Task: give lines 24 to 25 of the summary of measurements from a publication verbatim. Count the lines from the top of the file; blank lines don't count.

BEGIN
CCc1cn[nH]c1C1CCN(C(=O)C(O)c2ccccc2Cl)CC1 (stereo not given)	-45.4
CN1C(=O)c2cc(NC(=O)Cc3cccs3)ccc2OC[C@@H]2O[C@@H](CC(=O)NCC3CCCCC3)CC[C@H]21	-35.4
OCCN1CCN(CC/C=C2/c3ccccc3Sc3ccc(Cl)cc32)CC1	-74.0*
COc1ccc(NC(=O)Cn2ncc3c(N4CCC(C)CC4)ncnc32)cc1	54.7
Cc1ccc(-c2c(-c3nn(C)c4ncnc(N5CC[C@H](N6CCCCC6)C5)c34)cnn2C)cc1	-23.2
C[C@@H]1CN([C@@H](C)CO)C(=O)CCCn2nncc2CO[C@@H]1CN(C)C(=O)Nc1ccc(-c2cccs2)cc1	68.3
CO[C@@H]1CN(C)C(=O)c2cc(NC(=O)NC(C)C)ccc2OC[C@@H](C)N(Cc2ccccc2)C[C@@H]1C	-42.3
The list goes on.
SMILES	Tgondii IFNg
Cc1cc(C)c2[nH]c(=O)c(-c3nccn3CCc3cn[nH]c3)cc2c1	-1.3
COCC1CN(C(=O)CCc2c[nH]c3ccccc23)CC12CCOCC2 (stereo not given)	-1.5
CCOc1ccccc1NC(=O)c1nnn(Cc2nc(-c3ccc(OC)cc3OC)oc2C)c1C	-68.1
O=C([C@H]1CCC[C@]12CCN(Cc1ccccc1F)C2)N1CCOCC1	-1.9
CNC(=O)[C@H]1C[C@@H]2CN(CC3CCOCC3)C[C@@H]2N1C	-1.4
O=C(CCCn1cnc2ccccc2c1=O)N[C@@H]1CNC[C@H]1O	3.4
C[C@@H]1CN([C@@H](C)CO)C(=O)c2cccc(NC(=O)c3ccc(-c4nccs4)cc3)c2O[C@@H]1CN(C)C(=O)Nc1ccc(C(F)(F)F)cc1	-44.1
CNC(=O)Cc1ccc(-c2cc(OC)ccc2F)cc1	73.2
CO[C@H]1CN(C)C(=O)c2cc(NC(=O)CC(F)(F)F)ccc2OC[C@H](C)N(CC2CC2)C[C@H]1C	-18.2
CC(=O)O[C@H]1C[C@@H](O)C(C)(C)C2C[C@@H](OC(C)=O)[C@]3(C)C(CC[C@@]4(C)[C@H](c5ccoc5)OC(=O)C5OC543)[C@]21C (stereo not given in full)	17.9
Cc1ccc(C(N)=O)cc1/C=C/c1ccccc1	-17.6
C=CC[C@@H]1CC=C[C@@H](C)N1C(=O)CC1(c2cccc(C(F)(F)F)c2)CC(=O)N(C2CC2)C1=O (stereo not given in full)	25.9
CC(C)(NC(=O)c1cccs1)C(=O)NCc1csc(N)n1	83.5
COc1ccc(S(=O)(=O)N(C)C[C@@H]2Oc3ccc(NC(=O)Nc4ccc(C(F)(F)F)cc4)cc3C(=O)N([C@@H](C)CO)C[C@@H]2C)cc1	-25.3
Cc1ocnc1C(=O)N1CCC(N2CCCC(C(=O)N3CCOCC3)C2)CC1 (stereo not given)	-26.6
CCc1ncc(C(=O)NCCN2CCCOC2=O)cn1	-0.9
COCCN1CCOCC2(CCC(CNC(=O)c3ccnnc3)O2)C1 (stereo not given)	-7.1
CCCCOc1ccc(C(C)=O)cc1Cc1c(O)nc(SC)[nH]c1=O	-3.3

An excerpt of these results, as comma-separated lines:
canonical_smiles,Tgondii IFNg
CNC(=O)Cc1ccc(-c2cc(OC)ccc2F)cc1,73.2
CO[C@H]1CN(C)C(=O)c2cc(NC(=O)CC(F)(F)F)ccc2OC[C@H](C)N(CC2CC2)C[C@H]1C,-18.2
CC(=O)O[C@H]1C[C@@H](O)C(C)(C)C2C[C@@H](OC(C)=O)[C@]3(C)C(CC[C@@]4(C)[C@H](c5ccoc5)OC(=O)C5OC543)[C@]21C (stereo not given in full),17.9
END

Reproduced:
Cc1ocnc1C(=O)N1CCC(N2CCCC(C(=O)N3CCOCC3)C2)CC1 (stereo not given)	-26.6
CCc1ncc(C(=O)NCCN2CCCOC2=O)cn1	-0.9